Nitrate Monitoring for Cotton Lint Production on a Typic Paleudult1
- M. C. Lutrick,
- H. A. Peacock and
- J. A. Cornell2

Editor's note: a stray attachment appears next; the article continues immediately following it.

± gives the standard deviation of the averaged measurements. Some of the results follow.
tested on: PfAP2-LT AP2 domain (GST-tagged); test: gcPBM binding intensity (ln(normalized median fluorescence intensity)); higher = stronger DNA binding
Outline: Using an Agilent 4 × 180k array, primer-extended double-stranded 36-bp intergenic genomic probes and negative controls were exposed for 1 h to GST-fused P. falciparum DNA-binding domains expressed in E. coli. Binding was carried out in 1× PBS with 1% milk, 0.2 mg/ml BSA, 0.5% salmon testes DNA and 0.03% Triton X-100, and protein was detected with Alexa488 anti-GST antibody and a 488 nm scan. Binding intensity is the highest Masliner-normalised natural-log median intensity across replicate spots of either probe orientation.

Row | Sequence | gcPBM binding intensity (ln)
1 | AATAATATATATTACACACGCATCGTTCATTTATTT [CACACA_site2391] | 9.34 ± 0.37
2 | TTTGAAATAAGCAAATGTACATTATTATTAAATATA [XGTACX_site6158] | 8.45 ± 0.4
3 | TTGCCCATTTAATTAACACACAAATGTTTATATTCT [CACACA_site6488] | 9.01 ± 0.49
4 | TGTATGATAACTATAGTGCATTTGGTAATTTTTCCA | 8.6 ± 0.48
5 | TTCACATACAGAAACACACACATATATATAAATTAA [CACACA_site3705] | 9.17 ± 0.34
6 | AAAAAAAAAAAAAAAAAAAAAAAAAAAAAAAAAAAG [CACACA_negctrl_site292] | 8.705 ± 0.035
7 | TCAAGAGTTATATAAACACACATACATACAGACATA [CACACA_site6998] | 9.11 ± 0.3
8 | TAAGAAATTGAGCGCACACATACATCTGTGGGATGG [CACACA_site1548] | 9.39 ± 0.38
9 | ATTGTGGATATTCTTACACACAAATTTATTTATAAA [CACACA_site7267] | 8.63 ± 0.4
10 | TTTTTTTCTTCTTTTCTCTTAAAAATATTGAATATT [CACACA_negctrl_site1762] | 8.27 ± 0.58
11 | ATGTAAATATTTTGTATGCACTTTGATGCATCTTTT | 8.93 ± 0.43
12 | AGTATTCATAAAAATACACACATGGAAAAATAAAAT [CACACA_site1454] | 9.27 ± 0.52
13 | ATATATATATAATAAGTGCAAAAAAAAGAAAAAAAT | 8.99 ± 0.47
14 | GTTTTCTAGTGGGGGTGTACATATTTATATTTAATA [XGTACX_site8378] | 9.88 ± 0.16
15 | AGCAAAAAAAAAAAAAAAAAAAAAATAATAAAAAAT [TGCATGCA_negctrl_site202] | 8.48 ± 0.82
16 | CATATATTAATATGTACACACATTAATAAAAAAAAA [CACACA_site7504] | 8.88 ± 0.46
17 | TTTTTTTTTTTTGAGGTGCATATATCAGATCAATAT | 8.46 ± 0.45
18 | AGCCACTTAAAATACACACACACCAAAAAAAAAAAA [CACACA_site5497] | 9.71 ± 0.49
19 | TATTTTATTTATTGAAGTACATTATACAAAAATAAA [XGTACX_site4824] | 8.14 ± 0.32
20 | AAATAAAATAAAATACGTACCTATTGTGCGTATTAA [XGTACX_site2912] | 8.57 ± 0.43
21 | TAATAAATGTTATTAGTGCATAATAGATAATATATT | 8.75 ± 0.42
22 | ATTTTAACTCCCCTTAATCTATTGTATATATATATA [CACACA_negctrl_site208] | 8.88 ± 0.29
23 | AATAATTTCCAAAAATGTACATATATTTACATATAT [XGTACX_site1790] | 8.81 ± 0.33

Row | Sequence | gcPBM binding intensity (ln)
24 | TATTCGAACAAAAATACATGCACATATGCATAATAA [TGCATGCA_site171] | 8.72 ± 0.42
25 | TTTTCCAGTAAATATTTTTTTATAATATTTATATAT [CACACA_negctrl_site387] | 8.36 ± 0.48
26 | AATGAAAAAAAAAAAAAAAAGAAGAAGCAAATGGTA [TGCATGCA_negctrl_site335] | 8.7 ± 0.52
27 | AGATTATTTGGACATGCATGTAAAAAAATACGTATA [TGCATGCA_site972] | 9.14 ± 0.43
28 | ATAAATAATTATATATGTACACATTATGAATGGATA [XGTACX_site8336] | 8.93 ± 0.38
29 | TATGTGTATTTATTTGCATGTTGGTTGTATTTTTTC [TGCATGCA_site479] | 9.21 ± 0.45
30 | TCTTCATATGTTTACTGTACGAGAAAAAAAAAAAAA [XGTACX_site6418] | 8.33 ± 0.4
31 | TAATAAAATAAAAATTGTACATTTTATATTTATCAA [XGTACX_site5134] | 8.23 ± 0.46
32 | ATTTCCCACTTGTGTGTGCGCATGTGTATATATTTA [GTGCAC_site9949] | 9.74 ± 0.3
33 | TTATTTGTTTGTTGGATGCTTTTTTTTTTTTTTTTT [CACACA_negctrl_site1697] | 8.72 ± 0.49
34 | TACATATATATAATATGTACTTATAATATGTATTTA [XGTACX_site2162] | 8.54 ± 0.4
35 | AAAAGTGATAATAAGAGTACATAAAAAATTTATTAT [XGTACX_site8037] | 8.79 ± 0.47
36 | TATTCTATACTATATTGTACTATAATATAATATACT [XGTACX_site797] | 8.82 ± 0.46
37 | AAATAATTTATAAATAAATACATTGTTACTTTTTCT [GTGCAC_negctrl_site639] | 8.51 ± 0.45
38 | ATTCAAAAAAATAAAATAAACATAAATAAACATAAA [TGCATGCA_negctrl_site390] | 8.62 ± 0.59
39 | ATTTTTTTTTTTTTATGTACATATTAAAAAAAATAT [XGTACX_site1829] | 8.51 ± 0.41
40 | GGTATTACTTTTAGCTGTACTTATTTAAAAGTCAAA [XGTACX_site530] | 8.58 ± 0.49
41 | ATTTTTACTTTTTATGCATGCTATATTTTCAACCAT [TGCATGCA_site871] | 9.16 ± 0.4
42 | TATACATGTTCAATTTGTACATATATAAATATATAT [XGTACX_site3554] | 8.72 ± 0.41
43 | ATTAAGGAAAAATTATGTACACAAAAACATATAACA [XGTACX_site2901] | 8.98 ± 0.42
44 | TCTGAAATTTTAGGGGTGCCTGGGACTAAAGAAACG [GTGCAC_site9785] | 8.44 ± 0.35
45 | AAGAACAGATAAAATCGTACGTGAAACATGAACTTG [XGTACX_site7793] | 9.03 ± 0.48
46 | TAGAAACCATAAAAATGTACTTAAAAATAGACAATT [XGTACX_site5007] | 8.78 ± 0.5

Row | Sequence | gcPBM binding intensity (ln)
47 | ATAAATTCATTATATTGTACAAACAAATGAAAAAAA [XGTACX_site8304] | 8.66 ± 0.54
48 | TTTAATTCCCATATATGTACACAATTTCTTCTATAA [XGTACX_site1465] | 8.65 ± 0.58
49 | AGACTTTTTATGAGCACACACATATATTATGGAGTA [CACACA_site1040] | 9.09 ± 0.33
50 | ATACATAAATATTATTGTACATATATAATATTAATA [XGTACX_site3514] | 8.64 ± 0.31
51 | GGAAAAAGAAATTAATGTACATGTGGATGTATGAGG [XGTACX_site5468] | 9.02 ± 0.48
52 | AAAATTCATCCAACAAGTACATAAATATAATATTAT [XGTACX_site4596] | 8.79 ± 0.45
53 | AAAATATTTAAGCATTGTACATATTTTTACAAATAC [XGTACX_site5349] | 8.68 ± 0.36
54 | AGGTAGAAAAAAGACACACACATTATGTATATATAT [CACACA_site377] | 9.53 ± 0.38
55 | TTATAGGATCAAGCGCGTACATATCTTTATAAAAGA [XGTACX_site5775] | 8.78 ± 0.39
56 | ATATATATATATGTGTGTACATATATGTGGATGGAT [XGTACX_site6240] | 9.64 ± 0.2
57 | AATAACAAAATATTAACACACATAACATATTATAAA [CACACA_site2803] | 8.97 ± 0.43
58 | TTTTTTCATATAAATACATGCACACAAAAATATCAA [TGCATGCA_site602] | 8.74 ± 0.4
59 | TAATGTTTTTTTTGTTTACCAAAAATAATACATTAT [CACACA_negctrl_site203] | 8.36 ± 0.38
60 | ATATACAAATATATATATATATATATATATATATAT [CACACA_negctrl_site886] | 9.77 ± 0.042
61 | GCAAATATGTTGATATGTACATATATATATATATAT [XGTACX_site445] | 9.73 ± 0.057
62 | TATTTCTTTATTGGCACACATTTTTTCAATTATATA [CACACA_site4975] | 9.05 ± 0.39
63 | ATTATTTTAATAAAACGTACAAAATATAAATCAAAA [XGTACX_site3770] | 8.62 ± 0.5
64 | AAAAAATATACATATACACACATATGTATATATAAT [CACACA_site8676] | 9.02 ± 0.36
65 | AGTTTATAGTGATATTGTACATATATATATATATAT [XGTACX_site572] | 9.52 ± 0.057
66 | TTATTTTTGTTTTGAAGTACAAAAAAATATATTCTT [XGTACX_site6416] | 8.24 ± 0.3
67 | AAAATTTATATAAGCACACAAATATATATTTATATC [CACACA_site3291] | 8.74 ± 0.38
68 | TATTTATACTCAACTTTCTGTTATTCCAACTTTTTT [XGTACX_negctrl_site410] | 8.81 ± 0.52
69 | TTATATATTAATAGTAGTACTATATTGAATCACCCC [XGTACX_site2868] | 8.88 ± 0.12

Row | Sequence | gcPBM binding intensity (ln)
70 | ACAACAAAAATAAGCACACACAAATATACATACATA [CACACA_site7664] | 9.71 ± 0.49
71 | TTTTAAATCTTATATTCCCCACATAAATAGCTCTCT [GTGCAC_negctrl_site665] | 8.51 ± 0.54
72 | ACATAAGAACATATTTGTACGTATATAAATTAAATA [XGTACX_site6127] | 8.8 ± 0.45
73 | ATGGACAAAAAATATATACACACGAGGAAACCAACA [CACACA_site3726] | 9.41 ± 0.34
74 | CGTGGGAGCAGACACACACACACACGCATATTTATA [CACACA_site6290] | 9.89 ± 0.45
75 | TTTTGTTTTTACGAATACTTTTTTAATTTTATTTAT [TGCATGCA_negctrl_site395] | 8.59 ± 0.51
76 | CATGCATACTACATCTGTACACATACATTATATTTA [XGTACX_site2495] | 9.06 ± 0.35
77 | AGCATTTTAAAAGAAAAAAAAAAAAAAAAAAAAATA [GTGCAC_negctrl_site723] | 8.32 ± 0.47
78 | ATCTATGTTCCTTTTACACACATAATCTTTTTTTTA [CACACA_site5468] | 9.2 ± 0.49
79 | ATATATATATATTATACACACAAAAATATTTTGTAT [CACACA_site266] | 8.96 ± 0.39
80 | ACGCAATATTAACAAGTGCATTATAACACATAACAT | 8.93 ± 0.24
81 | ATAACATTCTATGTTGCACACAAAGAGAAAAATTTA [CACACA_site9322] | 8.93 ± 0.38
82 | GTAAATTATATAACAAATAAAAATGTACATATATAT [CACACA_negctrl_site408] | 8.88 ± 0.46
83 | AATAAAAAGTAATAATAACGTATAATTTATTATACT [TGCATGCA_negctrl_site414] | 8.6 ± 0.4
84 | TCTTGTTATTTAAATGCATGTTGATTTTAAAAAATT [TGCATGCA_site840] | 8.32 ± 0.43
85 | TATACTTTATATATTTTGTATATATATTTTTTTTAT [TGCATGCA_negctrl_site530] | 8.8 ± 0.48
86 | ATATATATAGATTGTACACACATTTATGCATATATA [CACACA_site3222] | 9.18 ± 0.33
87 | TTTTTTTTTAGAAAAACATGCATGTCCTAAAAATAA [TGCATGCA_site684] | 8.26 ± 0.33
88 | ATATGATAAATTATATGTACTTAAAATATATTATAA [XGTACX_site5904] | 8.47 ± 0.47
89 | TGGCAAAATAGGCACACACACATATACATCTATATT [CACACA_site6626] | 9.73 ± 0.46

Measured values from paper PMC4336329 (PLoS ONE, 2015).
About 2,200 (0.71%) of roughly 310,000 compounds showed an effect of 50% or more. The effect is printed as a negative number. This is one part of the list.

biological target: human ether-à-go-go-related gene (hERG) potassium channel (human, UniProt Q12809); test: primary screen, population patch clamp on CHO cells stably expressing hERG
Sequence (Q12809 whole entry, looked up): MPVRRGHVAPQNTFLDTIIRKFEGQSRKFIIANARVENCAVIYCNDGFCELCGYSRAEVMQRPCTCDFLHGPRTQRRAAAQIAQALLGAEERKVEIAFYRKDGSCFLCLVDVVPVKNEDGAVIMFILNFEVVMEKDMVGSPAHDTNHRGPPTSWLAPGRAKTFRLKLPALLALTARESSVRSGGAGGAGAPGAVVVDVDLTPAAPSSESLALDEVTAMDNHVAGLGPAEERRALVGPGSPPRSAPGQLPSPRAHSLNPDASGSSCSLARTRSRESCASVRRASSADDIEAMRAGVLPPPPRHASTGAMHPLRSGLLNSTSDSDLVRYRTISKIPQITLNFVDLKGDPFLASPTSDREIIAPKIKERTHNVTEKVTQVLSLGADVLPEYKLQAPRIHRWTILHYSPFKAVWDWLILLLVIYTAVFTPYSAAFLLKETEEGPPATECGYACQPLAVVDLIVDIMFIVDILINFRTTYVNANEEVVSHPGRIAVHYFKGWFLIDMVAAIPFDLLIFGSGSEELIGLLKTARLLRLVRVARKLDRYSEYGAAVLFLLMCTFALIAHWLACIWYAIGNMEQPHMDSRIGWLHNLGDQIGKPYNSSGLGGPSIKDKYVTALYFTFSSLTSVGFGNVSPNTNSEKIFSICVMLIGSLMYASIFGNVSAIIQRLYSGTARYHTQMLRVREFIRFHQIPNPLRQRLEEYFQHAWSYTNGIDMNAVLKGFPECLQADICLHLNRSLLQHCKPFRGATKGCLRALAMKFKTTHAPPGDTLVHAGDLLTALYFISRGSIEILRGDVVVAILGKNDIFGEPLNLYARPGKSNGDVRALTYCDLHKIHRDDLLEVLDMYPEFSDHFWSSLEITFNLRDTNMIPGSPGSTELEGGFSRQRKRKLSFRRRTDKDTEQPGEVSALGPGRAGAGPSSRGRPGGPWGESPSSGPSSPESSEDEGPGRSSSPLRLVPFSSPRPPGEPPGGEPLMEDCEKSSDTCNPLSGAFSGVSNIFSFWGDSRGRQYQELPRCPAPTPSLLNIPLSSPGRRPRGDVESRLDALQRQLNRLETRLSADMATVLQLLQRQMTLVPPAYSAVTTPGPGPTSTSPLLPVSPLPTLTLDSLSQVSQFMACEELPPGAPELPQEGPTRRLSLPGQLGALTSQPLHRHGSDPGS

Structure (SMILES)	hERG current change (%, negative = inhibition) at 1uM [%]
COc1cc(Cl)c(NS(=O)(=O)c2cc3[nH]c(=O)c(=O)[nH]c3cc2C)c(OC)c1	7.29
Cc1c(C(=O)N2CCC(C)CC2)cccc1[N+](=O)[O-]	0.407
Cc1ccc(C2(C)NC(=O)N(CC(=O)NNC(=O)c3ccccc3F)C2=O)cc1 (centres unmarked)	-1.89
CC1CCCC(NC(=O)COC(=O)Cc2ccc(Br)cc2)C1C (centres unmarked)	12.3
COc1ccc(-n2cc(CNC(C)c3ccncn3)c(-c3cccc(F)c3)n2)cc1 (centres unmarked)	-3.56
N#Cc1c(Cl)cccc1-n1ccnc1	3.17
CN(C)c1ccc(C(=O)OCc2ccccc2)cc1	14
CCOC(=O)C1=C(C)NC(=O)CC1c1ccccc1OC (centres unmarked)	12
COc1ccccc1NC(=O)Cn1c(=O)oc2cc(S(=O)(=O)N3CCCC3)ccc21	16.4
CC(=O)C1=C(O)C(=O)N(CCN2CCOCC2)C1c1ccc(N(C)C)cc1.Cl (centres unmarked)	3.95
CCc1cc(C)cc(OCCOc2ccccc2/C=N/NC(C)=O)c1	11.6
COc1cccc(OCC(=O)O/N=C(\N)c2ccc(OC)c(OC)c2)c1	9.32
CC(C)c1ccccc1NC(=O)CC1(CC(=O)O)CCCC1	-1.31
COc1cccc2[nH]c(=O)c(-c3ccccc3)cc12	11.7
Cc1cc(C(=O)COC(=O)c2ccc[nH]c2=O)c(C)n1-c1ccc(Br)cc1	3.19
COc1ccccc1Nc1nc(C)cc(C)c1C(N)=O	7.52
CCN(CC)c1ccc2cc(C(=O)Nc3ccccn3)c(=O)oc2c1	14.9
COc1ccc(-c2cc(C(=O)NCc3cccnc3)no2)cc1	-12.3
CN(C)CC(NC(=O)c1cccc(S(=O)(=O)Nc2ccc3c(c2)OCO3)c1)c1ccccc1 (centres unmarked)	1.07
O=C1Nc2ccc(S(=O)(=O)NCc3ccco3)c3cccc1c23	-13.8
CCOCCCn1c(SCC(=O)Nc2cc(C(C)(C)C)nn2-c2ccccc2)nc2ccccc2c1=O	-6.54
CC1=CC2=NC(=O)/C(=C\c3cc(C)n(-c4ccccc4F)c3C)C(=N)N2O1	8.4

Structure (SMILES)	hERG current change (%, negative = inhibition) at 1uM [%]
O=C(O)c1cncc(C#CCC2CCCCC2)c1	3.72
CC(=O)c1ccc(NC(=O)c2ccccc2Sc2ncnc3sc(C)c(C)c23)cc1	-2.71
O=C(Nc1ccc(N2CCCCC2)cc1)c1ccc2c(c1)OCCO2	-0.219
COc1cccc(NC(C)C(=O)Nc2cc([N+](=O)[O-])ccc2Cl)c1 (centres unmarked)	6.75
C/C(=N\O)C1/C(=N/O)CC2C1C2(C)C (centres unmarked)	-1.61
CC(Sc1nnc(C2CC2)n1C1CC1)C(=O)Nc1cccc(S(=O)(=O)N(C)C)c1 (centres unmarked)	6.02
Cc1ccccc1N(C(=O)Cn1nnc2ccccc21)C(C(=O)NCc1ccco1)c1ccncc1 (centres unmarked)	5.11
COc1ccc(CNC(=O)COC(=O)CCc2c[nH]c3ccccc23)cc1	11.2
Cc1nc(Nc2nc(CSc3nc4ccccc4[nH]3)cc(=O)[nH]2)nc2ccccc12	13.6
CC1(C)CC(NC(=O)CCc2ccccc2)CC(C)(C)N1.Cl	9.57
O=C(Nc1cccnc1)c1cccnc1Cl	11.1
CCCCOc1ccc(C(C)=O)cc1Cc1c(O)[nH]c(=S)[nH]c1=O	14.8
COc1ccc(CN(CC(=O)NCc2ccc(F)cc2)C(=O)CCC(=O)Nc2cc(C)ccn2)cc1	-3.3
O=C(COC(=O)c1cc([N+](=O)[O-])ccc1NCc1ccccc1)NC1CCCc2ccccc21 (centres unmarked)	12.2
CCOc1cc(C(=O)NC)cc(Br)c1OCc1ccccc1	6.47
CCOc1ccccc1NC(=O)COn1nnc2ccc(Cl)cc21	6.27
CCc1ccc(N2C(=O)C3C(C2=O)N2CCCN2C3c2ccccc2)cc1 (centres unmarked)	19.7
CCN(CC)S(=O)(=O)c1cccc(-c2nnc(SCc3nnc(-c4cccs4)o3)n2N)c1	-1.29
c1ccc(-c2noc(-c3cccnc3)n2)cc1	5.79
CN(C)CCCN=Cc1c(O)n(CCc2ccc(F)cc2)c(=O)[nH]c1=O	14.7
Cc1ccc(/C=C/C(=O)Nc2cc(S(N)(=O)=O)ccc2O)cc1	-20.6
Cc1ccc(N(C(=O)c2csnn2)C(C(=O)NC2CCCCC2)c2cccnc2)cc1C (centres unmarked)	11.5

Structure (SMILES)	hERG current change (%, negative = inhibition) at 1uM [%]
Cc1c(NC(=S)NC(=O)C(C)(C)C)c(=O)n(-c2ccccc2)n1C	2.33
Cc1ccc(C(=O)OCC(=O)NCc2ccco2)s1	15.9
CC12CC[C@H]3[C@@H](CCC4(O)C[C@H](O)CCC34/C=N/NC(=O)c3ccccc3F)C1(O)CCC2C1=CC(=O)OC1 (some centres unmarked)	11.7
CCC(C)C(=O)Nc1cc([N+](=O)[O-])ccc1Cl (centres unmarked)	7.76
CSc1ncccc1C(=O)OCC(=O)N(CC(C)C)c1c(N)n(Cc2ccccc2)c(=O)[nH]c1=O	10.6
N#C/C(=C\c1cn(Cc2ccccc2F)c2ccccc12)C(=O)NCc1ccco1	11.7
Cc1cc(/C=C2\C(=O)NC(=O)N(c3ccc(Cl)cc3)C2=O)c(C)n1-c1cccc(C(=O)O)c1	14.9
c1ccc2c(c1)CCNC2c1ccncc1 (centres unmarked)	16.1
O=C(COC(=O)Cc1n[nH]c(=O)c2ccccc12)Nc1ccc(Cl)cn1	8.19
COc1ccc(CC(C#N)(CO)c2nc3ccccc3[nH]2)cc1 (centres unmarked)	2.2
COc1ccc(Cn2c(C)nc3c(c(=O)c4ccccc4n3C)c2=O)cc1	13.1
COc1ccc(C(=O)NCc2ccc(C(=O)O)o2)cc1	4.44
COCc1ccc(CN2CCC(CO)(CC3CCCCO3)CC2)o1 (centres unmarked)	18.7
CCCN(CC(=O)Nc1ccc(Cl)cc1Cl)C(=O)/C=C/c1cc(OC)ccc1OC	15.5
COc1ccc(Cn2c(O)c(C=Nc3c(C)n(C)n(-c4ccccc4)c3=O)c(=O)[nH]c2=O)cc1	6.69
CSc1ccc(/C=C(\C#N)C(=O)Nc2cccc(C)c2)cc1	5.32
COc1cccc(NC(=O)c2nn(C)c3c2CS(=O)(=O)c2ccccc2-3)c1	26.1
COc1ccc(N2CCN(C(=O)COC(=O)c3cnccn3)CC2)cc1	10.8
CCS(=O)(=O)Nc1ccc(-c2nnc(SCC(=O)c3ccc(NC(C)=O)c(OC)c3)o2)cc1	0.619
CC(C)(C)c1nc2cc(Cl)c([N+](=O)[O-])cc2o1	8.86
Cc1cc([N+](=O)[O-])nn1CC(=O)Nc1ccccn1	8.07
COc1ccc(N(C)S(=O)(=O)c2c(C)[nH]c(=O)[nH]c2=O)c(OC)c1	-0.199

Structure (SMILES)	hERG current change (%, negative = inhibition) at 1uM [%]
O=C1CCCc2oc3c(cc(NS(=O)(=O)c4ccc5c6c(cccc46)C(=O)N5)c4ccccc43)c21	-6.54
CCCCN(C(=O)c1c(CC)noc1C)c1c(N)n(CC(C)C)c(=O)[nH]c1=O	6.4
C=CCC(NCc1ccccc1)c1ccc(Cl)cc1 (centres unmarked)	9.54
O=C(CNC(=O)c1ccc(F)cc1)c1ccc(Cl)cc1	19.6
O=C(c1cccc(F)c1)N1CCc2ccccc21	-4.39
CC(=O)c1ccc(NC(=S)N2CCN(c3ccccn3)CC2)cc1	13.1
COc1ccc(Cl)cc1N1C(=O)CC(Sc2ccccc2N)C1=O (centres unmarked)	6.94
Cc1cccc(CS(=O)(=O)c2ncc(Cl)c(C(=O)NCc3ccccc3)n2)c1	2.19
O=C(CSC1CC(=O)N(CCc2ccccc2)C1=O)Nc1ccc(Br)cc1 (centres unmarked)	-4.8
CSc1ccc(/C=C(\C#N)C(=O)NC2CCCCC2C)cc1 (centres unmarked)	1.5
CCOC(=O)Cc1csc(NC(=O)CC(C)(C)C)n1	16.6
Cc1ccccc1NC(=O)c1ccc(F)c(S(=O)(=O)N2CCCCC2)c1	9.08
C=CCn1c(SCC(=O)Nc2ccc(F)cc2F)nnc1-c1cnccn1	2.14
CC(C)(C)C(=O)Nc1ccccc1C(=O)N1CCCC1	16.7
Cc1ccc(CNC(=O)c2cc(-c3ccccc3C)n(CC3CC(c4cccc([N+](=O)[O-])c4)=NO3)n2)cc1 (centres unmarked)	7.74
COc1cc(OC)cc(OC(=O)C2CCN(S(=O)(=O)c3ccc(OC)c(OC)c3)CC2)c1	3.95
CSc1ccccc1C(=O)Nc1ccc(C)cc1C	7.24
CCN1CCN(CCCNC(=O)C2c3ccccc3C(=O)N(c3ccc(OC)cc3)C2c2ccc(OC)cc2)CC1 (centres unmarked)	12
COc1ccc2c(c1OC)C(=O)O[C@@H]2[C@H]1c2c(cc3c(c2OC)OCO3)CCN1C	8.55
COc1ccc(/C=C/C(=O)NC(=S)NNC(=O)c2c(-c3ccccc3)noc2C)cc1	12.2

Diagnostic criteria for monitoring the N status of both soil and cotton plant are needed to aid in adjusting N fertilization to compensate for seasonal variations. A 3-yr study was initiated in 1981 to determine the feasibility of using soil and petiole NO−3-N testing as an aid in cotton (Gossypium hirsutum L.) lint production along the Gulf Coast. A factorial experiment with four rates of N, three rates of K, and four replications was established on an Orangeburg fine sandy loam (fine-loamy, siliceous, thermic Typic Paleudult). Soil samples were taken each year just prior to the addition of N and K fertilizer treatments. Response to K fertilization was not significant. Cotton petiole samples were taken on selected plots for 9 weeks beginning 1 week prior to first bloom. The response to N resulted in a 3-yr average maximum yield of 1294 kg ha−1 of lint cotton from 114 kg ha−1 of applied N. Petiole analyses for NO−3-N indicated that additional N should be applied to all treatments after the second week of petiole sampling, even though lint yields were above average in this study (average yield for this soil is 1008 kg ha−1). This suggests that the sufficient-N zone established for petiole analyses of NO−3-N in Arkansas and accepted in Georgia is higher than is desirable for thermic Typic Paleudults. Repeated applications of N to the soil over the 3 yr of the experiment did increase the amount of NO−3-N extracted from the soil indicating that some of the applied N was not used by the cotton plant. A revised NO−3-N sufficient-N zone, developed by Georgia researchers and first used in 1985, conforms with the data presented in this paper and could be used satisfactorily to determine N recommendations from petiole analyses for cotton lint production on thermic Typic Paleudults of the Gulf Coast of Florida.Please view the pdf by using the Full Text (PDF) link under 'View' to the left.
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